A second way is to show the character in the eyes of your viewpoint character at the moment of the dying character’s epic decease. With this method you would describe the deceased in the light of a hero, and have the viewpoint character laud him a little. But just a little. Too much can be annoying and unrealistic. Sometimes it is more important to make the viewpoint character shocked, and shake off a little of his shock onto the audience. There’s also the method of just showing it in the eyes of the narrator, and using something – symbolism, mood, or narrator’s viewpoint, -- to show the magnitude of the event. This is the point where really obsessed writers see the scene taking place in slow motion. Sound odd to you? Or am I right on target? Writing it with a mood of slow motion is what will make your reader cry, and that’s what you want.
So don’t draw it out too much. And if it’s just a minor character, the best idea is to not draw it out at all. Let’s say a little dude that’s helping the good guys just appears for about five minutes and says like one line. Since he’s minor, you don’t want to say a lot about him. Mention his name and make him do one awesome thing and die in the process. Don’t make him die epically. Just make him suddenly show up when the hero’s locked up in the bad guy’s lair and try to free the hero, and then make the bad guy come up behind him, shoot him in head and walk away as the hero (and audience) screams in horror and disbelief. The success of this method depends mainly on its snappiness. This is the point, where you need to just say it right out and move on. Then, as the reader is trying to realize what just happened, you gloat and make it look like his death was as useless as possible.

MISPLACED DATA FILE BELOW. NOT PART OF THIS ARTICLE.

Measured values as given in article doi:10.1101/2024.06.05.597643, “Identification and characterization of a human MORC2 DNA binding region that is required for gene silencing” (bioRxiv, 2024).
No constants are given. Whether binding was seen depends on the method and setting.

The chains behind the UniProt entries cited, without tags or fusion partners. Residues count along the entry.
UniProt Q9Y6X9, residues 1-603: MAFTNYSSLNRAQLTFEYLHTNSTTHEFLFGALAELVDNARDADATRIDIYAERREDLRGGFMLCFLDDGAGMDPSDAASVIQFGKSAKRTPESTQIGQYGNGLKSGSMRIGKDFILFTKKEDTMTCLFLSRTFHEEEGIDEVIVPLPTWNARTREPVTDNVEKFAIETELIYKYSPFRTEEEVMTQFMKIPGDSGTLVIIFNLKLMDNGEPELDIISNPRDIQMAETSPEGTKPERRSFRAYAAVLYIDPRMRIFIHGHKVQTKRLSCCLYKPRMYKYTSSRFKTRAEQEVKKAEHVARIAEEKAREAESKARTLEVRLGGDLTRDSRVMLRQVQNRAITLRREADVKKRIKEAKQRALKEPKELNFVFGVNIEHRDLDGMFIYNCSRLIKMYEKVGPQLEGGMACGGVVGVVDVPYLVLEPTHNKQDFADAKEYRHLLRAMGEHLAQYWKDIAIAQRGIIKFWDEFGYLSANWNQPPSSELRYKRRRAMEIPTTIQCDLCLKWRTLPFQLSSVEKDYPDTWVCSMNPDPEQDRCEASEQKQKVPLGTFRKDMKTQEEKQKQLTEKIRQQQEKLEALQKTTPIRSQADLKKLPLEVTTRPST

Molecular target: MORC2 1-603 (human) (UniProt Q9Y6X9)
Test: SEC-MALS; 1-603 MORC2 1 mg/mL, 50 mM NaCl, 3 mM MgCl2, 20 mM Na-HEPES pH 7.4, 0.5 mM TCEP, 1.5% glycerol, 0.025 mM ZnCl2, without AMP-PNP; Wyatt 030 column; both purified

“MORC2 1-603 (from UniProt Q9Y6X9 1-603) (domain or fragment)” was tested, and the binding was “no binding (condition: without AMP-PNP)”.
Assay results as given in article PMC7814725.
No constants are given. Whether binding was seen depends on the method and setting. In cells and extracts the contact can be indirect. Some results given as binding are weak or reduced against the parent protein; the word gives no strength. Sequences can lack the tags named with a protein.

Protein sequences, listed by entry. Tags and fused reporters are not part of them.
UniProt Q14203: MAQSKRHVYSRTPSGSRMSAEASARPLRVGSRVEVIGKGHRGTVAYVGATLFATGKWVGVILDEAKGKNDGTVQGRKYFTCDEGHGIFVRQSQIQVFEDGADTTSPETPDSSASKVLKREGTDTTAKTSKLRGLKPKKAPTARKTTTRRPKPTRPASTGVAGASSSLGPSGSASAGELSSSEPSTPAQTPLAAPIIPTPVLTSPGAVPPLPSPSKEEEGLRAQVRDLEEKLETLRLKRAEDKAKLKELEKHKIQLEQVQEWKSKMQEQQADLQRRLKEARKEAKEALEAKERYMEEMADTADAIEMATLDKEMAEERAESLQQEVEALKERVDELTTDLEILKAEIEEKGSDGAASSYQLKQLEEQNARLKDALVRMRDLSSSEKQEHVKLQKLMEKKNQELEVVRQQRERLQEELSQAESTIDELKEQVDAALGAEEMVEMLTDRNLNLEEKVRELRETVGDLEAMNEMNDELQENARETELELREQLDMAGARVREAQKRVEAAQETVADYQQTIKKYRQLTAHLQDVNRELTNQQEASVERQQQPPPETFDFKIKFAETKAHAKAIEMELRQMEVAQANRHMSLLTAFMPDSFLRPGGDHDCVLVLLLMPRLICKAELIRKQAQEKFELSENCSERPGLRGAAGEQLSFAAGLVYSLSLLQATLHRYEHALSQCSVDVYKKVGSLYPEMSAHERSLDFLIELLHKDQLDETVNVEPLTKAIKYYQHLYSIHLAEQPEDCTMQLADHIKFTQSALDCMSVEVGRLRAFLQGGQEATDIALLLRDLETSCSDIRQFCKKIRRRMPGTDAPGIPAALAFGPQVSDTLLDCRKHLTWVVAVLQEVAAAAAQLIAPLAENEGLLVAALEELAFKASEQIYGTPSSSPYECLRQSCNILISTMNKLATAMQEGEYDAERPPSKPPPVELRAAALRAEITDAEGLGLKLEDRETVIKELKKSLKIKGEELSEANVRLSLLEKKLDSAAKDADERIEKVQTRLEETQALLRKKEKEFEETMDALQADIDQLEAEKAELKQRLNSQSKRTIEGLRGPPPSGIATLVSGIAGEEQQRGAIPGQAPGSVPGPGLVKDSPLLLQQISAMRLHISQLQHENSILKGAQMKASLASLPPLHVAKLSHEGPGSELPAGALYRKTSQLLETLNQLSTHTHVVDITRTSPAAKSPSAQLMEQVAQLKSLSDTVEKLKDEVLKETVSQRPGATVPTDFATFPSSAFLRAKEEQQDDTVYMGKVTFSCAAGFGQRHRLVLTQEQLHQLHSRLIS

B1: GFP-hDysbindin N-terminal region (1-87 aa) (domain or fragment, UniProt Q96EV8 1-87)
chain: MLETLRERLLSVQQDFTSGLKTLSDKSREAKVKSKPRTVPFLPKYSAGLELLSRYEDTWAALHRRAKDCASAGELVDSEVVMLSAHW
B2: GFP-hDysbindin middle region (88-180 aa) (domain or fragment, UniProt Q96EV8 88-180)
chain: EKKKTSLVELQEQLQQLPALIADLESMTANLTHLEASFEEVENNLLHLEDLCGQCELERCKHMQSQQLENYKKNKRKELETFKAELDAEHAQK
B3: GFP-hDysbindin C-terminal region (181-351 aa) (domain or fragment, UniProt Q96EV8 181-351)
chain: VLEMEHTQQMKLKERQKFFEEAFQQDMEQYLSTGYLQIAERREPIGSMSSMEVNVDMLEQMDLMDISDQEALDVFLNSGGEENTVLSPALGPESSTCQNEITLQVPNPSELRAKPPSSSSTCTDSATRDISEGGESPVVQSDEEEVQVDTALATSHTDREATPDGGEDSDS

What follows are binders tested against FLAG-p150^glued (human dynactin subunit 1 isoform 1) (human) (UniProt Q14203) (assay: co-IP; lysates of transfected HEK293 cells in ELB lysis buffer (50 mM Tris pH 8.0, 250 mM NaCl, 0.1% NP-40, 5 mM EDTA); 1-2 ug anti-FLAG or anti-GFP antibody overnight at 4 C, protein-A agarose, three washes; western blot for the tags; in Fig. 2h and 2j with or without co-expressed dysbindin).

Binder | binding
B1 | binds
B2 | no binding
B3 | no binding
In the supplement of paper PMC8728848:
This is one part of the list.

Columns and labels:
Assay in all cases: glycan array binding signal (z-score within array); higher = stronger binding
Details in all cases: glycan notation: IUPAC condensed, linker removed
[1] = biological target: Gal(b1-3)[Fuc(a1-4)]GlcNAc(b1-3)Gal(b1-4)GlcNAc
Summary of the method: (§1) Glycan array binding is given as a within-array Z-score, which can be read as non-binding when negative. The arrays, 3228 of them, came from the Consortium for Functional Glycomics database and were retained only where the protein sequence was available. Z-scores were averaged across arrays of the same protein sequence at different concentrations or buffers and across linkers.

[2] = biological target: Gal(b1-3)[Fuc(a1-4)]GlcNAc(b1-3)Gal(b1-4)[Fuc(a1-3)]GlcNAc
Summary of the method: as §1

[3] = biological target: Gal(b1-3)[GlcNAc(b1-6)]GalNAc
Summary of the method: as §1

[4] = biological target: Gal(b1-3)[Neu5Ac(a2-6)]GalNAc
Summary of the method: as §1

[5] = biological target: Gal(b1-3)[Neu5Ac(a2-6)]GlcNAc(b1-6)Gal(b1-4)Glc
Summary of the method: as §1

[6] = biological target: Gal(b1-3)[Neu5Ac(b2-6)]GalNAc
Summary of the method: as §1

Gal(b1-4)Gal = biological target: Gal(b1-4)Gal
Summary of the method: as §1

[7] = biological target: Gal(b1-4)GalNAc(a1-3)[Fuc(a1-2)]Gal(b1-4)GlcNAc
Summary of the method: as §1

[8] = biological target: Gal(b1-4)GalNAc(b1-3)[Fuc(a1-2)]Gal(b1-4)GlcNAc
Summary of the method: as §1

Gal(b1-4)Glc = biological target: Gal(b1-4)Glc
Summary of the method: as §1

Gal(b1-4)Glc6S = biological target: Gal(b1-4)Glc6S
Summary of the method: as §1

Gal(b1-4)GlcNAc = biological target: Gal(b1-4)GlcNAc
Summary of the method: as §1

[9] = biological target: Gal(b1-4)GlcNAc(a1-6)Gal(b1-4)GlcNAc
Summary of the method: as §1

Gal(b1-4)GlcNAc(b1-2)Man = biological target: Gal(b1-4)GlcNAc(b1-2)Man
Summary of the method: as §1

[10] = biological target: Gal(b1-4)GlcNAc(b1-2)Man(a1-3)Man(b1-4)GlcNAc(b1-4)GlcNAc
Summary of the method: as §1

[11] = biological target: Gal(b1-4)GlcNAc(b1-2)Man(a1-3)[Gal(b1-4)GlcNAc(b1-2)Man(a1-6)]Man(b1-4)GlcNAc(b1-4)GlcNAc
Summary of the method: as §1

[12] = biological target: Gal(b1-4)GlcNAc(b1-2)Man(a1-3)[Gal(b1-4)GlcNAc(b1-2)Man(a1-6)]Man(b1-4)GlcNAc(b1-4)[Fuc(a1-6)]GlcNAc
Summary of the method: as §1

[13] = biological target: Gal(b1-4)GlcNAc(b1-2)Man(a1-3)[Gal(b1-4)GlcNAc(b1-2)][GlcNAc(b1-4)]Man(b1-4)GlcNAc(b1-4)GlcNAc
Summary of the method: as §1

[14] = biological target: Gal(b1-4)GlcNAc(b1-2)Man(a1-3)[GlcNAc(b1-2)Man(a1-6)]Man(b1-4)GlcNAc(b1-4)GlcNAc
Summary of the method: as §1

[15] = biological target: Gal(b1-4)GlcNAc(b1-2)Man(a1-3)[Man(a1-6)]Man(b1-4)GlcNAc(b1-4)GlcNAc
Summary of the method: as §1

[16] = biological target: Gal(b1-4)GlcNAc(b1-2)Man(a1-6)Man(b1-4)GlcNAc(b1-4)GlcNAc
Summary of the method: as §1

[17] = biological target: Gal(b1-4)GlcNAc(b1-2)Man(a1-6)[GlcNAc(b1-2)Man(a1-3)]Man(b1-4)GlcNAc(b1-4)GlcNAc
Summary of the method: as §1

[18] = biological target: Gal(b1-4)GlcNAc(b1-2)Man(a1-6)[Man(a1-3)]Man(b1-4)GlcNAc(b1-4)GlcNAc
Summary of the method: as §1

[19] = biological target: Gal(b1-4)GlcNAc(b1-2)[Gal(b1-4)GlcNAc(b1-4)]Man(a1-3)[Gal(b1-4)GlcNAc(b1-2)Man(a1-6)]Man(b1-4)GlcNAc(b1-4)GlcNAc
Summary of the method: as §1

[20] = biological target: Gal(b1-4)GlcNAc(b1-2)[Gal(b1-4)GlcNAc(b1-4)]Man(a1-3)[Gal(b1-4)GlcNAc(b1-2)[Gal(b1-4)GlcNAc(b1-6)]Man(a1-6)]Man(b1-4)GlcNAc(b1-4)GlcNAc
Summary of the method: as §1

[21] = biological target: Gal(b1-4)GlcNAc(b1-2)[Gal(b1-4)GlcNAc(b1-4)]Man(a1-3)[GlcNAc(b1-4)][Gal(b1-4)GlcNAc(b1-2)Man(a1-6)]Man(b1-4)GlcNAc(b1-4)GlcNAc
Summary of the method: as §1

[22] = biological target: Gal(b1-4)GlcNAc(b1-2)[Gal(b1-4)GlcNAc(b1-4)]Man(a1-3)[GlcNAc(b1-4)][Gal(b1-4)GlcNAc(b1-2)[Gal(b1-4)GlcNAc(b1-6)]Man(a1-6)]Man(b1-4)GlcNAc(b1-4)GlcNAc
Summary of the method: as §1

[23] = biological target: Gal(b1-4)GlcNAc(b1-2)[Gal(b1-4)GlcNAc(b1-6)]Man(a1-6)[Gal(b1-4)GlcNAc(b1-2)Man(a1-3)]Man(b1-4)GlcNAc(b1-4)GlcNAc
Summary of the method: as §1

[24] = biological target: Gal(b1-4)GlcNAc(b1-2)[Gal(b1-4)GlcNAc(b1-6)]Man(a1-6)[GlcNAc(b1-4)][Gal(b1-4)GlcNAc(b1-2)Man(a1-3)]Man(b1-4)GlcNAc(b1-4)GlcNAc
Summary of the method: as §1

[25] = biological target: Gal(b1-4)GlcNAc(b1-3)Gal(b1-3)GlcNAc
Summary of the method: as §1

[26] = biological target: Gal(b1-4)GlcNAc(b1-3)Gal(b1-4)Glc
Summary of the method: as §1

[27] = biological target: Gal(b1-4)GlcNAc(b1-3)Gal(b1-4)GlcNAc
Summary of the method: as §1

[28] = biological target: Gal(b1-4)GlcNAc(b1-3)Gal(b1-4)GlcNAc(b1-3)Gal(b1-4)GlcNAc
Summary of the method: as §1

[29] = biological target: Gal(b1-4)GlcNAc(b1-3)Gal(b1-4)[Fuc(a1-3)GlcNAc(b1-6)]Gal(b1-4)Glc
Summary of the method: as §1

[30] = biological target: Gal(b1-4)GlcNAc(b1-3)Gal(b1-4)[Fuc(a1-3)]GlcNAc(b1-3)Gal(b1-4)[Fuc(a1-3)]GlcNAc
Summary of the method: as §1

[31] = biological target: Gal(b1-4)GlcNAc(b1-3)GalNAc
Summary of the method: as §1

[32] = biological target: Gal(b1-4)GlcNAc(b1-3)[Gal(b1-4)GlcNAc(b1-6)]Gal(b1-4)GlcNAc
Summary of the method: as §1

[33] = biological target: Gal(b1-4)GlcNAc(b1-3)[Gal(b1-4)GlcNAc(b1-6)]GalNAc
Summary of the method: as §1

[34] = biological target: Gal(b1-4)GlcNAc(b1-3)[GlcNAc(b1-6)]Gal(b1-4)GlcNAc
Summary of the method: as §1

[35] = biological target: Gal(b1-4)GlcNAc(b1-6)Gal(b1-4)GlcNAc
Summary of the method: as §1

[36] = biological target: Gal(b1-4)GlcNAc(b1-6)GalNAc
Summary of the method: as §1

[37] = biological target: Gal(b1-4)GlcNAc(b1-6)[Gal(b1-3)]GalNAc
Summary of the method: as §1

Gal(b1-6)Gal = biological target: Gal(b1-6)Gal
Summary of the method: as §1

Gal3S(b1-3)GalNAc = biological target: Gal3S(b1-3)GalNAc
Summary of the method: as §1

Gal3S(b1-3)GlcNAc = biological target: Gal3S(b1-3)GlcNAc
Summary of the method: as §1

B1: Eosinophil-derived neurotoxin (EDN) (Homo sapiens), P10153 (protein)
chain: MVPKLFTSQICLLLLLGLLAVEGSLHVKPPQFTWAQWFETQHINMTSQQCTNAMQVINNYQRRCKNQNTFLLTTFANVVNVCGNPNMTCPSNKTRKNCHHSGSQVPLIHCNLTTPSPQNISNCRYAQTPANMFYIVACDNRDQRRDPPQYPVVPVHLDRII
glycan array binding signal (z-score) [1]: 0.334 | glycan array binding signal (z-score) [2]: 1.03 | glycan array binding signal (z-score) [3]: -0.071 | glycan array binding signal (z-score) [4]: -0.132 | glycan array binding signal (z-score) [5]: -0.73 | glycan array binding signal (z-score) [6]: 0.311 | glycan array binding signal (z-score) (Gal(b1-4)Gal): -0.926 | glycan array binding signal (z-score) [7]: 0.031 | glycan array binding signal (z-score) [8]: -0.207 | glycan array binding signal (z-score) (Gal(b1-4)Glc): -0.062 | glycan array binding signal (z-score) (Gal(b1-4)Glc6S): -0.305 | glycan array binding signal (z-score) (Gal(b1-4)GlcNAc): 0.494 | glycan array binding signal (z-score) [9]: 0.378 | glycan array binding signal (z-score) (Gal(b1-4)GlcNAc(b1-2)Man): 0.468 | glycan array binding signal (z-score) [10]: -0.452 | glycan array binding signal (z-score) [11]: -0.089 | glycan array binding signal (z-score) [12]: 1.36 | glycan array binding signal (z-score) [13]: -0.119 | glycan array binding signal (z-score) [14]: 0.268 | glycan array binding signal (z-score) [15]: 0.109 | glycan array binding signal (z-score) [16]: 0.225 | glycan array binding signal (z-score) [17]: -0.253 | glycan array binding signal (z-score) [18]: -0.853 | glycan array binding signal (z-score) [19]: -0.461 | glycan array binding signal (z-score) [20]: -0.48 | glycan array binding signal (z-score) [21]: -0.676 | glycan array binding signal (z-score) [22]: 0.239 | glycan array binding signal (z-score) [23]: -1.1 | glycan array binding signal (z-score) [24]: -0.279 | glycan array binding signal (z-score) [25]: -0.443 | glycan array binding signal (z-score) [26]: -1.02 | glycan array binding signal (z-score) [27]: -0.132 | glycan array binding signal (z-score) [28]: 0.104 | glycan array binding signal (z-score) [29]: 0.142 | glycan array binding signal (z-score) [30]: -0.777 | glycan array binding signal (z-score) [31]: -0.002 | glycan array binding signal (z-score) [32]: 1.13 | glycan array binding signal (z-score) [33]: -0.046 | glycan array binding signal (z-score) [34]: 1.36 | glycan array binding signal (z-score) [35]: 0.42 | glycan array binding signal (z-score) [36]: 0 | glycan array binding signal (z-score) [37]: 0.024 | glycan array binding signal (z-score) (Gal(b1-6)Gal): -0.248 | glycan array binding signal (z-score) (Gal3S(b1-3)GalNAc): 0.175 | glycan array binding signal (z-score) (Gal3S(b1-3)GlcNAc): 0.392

Still, you don’t want to just brush over a death or loss. When your reader catches up and realizes that the random dude is gone, you need something to keep him from hating you so much that he puts the book down. This is where you start mourning and bewailing the poor little guy. You make it turn out that his death really did do some, actually a lot, of good. And you make some other friend of the hero’s nearly die of shock when he hears it. Don’t overdo it. Make sure that there’s enough action to keep the Main Characters busy. One of the ways of mourning that I like is when the characters look back at the very end and call to mind the death, then decide that the person who died did a lot of good in his death.